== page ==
Top edtech trends for 2021

By Stacey Cockram technology PR senior account executive 

Covid-19 has been a defining moment for the edtech industry. In recent months, edtech has been crucial: schools have relied on digital tools to set students work, and parents have used it to ease the pressures of home-schooling. With the country now in a state of flux, it’s not going anywhere.

Growth in the sector has been immense but all of January’s 2020 edtech predictions went out the window when the world went into lockdown. So it’s time to re-evaluate. If you’re an edtech company yourself, or you’re just excited about the future of learning, here are the five current trends and issues in educational technology you need to know about.

1. Distance learning

Distance learning is when students and teachers are not in the same location. It will come as no surprise therefore, that it’s prime position on our top edtech trends 2021 list. Distance learning technology is not particularly new – indeed, I was teaching English using MyTutor in 2016 – but lockdown is the first time it’s been undertaken at such a scale.

There are two types of distance learning. Asynchronous, where assignments are completed in the student’s own time and submitted online. And synchronous, where lessons are in real time. The latter has proven particularly popular during the pandemic, but it’s not always been smooth sailing – think students causing havoc through bots on gaming tools, and video calls being interrupted by Zoombombers!

With this in mind, privacy and security for distance learning tools have been a trend in itself. You can read more about this and teaching from home in the thought leadership article we secured for our client Malwarebytes (link here).

2. Data driven insights

The National Education Union argues teaching has “unhealthy levels of accountability, high-stakes testing and stress”. Technology to help educators be more efficient has been a long time coming and the pandemic has been a catalyst for seeing this materialise.

For example, apps allowing teachers to give quizzes and generate results immediately, effectively monitor and evaluate progress have become increasingly popular. Automated technology like machine learning and artificial intelligence also allow for personalisation of individuals’ learning needs as data can show where students need support; vital without face to face indicators of people struggling.

3. On the go learning

Today’s generation are digital natives. By seven years old, over 50% of children in the UK have a mobile phone. Students going to school and Gen Z’s going to work expect to have technology readily available. Once again, Covid-19 has taken this to the next level.

2020 has seen education becoming increasingly mobile. My younger sister now has an ‘education’ folder on her iPhone where she keeps Google Classroom, Sheets and Docs. Mobile technology provides instant gratification and changes how and where people can consume information.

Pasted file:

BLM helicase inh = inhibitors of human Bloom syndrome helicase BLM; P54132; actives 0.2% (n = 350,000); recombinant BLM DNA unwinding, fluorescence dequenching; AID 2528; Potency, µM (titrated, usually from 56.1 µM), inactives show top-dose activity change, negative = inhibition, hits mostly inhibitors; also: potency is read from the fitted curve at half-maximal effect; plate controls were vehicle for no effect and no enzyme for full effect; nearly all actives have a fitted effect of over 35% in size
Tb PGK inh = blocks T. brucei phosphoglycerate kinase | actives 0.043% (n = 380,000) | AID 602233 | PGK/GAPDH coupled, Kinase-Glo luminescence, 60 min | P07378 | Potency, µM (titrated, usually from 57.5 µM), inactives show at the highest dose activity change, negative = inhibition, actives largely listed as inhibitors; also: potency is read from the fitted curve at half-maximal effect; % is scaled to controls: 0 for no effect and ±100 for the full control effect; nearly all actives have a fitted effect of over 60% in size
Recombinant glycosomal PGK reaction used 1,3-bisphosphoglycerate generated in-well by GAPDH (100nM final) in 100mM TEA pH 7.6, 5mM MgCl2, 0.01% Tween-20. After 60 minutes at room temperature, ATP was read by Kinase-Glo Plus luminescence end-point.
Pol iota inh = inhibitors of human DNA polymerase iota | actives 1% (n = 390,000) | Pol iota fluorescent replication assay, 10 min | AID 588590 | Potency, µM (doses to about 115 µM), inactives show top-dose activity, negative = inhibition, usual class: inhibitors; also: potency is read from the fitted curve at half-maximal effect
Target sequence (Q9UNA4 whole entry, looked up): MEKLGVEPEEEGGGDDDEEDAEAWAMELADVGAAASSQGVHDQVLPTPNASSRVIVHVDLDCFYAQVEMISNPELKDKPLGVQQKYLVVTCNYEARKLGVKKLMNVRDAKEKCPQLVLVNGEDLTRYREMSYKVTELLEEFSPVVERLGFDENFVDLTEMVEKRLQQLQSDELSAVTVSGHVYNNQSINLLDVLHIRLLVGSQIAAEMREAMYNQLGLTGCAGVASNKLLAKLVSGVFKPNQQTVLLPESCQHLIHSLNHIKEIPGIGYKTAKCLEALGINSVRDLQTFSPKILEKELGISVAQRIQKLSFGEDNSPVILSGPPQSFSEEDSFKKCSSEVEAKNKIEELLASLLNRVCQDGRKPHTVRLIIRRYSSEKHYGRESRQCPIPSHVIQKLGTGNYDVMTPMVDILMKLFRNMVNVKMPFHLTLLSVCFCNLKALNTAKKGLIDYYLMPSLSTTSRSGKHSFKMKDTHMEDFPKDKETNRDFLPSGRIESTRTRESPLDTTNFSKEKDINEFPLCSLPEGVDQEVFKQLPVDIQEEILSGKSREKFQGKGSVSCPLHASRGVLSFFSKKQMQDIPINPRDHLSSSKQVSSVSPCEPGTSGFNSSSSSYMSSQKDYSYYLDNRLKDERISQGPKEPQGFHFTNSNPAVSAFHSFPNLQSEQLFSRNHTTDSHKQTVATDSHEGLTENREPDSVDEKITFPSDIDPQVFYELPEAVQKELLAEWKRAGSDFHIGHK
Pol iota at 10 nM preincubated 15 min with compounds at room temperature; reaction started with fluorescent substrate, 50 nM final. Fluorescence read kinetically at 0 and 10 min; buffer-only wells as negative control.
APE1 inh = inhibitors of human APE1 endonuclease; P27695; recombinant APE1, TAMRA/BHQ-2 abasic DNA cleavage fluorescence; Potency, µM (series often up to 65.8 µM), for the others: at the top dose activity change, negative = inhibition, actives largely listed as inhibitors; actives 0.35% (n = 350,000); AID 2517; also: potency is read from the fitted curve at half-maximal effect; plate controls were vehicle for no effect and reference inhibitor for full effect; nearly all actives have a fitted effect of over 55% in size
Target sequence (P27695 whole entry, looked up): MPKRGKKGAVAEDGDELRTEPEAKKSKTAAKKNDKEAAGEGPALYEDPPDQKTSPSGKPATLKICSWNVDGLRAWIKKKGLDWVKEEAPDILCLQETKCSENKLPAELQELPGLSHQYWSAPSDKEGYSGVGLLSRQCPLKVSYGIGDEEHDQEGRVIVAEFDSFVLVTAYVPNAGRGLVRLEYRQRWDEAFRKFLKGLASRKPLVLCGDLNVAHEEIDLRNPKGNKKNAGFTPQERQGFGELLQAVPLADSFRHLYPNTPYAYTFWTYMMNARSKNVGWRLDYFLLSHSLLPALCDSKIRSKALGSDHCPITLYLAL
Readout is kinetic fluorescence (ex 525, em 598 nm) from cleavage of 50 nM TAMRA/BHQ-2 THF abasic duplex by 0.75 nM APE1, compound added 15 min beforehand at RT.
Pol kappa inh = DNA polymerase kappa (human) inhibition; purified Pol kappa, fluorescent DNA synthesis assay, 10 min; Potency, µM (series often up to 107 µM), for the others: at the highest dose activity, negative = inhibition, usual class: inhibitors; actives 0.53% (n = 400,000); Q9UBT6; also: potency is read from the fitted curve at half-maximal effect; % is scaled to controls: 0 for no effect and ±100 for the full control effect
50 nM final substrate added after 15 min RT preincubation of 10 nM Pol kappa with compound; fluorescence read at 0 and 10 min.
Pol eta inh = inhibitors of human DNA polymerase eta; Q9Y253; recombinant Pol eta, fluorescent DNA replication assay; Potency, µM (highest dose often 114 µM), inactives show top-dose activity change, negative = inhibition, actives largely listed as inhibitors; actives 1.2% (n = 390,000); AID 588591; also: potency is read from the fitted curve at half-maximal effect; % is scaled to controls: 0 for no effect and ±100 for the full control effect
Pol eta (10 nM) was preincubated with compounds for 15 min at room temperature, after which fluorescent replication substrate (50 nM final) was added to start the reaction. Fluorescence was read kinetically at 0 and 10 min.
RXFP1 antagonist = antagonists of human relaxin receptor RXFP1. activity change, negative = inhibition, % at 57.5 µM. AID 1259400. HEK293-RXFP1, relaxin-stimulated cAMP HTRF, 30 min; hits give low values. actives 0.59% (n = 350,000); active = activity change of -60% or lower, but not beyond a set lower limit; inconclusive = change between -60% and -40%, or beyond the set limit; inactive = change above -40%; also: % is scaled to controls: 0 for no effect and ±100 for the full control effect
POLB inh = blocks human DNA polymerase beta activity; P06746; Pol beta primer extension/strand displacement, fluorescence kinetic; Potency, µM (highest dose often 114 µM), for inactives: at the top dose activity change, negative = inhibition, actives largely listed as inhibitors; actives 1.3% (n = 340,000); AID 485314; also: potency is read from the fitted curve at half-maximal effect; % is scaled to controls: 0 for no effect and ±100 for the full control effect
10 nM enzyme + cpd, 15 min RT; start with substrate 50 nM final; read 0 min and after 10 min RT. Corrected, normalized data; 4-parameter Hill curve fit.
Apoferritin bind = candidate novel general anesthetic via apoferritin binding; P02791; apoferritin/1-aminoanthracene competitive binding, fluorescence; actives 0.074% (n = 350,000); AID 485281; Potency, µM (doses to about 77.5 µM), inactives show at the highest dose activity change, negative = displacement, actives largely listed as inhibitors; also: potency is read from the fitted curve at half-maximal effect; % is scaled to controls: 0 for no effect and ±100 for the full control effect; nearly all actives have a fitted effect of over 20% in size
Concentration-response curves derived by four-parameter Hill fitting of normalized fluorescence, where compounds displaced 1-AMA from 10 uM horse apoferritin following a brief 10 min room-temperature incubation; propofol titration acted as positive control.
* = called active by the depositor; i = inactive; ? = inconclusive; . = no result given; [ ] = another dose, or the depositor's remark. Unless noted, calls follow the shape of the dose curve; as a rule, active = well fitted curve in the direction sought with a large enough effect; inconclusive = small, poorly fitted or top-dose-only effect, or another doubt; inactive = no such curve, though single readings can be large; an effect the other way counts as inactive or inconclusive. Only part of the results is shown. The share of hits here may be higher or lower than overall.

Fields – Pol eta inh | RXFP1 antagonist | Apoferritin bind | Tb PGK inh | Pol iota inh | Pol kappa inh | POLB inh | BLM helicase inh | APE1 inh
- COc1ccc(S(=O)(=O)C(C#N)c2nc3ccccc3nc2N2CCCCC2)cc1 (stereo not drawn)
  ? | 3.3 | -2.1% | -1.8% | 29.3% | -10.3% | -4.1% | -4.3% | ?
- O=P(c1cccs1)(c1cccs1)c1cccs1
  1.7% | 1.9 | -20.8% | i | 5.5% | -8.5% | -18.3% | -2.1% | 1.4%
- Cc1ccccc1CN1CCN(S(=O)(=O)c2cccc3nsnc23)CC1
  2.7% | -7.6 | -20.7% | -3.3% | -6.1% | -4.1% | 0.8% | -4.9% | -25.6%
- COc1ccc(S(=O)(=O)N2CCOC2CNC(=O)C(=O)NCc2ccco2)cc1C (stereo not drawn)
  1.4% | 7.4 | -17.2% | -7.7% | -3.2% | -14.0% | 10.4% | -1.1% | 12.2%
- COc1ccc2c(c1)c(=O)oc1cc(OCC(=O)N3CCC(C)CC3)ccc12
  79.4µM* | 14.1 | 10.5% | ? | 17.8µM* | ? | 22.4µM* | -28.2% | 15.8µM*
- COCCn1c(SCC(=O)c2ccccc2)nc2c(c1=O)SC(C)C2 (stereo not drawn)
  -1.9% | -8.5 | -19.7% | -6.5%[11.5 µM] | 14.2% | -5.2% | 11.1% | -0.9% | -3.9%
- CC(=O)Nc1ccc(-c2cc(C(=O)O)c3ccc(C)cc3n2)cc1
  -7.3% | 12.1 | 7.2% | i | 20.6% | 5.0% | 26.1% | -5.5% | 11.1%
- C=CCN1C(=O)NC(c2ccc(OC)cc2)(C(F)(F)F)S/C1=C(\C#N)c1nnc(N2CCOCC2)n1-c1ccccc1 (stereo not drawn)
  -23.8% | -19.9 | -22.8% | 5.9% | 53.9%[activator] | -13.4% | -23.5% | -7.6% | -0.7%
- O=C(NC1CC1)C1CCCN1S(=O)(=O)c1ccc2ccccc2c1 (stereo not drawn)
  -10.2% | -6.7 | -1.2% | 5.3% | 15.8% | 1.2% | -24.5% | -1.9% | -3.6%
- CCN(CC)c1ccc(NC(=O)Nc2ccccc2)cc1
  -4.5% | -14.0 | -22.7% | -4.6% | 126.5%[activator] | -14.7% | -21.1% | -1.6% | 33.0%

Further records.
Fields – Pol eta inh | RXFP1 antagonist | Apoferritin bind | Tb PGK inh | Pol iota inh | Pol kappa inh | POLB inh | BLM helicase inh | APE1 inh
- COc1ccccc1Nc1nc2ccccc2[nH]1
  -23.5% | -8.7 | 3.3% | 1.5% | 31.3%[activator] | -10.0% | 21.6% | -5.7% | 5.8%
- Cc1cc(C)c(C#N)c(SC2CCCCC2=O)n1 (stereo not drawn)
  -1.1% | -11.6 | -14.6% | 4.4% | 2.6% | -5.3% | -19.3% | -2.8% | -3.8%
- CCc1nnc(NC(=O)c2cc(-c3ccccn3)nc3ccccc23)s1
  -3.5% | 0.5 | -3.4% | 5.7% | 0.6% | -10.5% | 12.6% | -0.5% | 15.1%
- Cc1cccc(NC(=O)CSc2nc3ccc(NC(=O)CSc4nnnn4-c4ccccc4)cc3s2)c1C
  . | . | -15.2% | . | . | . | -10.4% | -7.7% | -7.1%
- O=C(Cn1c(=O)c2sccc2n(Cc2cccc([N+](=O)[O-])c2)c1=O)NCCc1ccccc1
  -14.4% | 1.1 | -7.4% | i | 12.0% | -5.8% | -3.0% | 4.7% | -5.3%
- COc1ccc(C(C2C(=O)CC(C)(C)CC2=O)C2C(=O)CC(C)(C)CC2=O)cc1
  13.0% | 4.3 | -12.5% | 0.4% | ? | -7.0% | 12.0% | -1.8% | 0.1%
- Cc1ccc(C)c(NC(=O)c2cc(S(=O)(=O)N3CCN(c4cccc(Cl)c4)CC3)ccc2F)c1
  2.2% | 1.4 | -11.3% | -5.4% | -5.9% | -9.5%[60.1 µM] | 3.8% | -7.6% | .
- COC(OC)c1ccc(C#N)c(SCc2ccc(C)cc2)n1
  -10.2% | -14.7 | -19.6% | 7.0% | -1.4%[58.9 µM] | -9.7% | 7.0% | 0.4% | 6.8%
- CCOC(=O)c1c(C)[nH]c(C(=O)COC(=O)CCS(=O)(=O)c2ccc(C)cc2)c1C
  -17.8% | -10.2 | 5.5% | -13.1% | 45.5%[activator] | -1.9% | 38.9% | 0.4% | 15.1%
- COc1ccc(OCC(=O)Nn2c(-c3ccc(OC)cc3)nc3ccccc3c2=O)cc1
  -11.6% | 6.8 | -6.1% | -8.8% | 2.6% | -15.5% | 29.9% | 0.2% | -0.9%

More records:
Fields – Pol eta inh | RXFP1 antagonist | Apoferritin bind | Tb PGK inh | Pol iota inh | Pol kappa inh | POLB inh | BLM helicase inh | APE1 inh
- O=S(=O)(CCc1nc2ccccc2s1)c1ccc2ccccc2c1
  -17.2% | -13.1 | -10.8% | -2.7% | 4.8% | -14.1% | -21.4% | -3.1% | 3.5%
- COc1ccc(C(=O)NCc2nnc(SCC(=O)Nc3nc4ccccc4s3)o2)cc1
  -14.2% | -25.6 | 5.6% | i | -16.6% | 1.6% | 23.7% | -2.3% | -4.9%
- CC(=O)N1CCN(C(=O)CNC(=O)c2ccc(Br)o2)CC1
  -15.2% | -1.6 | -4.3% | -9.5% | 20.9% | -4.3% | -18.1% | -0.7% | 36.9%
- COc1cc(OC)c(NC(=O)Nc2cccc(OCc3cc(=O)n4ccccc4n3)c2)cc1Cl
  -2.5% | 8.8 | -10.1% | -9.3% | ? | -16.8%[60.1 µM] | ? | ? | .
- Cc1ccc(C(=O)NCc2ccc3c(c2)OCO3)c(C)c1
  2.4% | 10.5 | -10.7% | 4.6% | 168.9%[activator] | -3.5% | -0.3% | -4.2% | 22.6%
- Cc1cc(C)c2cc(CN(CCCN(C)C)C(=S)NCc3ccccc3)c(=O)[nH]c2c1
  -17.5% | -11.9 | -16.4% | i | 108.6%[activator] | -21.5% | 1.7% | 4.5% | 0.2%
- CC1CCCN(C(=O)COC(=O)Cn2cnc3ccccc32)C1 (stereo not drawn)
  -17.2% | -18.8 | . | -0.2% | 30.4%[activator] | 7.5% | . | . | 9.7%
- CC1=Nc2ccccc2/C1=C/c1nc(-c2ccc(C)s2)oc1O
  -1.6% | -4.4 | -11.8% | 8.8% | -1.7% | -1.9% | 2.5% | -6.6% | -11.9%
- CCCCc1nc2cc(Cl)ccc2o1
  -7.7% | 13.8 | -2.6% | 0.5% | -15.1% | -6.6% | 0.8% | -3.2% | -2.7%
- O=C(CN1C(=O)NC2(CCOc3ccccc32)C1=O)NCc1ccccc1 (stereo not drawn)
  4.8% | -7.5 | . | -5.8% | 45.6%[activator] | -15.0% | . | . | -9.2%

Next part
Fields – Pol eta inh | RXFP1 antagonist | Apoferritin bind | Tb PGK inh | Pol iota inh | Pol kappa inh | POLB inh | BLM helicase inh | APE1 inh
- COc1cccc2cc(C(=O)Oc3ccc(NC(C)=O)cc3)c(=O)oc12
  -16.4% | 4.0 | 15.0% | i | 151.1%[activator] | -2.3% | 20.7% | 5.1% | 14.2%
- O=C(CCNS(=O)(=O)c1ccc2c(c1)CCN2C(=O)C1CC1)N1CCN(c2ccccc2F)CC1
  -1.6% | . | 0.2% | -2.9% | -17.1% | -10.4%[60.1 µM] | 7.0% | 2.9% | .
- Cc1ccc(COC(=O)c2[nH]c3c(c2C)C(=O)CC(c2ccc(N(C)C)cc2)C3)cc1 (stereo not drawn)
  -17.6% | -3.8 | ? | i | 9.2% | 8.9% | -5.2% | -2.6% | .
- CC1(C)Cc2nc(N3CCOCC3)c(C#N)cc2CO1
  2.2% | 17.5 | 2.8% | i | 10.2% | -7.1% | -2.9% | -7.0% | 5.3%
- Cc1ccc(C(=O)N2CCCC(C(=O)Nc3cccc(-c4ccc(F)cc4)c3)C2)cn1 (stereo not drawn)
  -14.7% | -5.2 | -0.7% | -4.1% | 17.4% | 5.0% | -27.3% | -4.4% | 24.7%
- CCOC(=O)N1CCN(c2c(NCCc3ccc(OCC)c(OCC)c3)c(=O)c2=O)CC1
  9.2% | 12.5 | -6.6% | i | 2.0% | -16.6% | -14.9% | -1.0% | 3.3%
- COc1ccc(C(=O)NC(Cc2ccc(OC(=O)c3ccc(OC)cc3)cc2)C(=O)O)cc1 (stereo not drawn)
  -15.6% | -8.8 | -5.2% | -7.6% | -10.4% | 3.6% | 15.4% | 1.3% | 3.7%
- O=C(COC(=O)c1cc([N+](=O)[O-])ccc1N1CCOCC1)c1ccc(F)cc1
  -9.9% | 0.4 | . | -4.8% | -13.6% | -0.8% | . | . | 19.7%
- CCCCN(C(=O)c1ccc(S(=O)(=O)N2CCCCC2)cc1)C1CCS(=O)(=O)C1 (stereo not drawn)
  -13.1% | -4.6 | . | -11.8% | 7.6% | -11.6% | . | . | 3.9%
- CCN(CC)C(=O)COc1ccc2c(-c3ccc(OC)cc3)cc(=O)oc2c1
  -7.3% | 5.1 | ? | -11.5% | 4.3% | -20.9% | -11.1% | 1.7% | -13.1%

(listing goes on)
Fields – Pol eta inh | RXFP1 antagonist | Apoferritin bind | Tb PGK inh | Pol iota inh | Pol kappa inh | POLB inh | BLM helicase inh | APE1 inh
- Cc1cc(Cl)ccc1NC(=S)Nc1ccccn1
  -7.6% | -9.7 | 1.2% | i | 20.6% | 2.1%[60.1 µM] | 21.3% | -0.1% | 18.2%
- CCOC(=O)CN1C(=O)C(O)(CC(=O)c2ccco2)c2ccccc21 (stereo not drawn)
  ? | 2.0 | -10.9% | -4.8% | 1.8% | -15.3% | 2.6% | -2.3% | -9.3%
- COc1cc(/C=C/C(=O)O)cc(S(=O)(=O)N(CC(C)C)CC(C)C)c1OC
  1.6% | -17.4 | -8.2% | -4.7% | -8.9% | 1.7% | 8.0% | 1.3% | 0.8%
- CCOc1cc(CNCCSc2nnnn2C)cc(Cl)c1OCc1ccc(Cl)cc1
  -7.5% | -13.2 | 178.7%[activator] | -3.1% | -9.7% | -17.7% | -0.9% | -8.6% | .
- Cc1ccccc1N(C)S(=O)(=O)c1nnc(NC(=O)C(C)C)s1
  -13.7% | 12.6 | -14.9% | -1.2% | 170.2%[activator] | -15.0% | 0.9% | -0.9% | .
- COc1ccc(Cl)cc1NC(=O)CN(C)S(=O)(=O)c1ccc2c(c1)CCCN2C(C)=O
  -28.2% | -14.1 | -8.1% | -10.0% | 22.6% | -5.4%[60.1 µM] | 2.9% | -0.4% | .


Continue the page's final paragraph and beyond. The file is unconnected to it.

4. Accessibility to education

Technology has the capability to improve access to education in many different ways. Consider the issue of textbooks – digital versions that can be accessed online 24/7 and are cheaper to buy mean disadvantaged students don’t miss out on materials. What’s more, technology can provide a tailored learning experience, which is revolutionary for those with physical or learning disabilities.

Despite this, the fact remains digital tools are financially out of reach for many. In June it was reported a third of pupils were not engaging with work and that limited or no access to technology was a problem for around a quarter. If edtech is to truly change lives, this is an issue that needs to be addressed now and throughout 2021.

5. Upskilling

This year we helped Breathe develop their annual culture economy report which explored how organisations should nurture their company culture through Covid-19. One thing we found was teams were facing an information overload with people trying to get to grips with managing an array of platforms and their notifications. This got me thinking about another edtech trend away from the classroom – upskilling the workforce.

Continuous learning is important for safeguarding jobs for in future, especially with the job market now looking so bleak. The World Economic Forum has predicted that by 2022 over half of employees will require significant reskilling or upskilling— and that was before the pandemic. Edtech tools such as online short courses ensure businesses maintain a skilled workforce and individuals are equipped with the tools to progress their career.

At Aspectus, we specialise in edtech PR and marketing. Check out some of the key coverage we recently achieved for Handshake, the graduate recruitment platform: The Sun, FE news, onrec and more.

If you’re an edtech firm looking for PR and marketing support, get in touch with Stacey is a Senior Account Executive for the tech team, with an Education degree from Durham University.

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